Illegal specimens in research have been exposed occasionally, but journal editors disagree about the magnitude of the problem. One editor described it as “insignificant”; another said it is “impossible to know.” They also disagree on what to do about it. Louis Deharveng, deputy editor-in-chief of ZooKeys and an emeritus arthropod researcher at the National Museum of Natural History in Paris, says an editorial policy on permits “is essential.”

But among five respected taxonomy journals, two—the Zoological Journal of the Linnean Society and Zootaxa—do not instruct authors to abide by specimen-collecting laws. (Science will soon add such compliance with legal requirements to its editorial policy.)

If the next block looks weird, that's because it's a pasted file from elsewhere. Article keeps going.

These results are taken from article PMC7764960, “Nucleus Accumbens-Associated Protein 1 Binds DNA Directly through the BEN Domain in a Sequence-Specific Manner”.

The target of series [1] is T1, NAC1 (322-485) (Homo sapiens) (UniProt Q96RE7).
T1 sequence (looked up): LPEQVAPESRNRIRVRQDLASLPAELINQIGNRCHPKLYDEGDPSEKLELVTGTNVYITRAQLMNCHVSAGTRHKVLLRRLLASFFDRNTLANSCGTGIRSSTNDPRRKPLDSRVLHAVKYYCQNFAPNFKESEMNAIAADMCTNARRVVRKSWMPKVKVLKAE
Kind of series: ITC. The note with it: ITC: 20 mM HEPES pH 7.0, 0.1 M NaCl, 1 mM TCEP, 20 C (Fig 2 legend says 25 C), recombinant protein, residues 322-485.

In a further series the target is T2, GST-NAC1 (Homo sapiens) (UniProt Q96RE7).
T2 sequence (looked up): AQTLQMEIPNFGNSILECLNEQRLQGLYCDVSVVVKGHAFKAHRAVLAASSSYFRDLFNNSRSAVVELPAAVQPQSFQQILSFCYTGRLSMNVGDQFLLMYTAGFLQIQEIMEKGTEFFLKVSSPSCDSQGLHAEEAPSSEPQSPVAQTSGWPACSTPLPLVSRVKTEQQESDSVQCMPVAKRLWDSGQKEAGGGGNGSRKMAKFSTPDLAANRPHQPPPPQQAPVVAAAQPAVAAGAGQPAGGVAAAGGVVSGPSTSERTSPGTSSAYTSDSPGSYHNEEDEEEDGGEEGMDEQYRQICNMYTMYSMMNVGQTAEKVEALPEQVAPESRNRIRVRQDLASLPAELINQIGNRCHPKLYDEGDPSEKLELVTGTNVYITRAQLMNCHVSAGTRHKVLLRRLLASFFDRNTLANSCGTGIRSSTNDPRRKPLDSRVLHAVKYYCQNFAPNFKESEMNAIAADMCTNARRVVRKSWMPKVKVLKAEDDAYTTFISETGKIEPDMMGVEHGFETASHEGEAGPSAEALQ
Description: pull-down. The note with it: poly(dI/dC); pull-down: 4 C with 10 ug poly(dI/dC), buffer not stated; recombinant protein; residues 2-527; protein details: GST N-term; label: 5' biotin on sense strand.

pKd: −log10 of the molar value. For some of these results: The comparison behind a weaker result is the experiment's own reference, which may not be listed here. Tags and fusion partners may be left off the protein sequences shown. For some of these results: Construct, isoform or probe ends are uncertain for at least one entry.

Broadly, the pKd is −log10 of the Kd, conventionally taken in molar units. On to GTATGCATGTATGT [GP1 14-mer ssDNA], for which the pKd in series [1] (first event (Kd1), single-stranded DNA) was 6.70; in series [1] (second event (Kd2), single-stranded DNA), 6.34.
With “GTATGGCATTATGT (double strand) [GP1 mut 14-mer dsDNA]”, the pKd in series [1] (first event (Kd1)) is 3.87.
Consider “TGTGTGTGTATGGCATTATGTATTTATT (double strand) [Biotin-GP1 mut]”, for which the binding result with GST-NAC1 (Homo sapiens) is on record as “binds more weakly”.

Shaun Winterton, editor-in-chief of Systematic Entomology and an entomologist at the California Department of Food and Agriculture, says his journal tells authors to follow the law, but adds, “If we as editors suspected that material was illegally collected, it could be difficult for us to confirm.” (He notes that he is speaking on behalf of the journal, not his employer.) The complex and varying legal conditions that countries impose on research are one obstacle.

A further complication is the international Nagoya Protocol, which aims to ensure “fair and equitable sharing of benefits arising from the utilization of genetic resources.” The agreement may govern the import of some specimens, but whether it applies to taxonomy specimens is unclear. The Nagoya Protocol allows each signatory country to define what constitutes use of genetic resources; Spain says the EU legislation that enforces the Nagoya Protocol does not apply to taxonomic studies such as Doménech’s.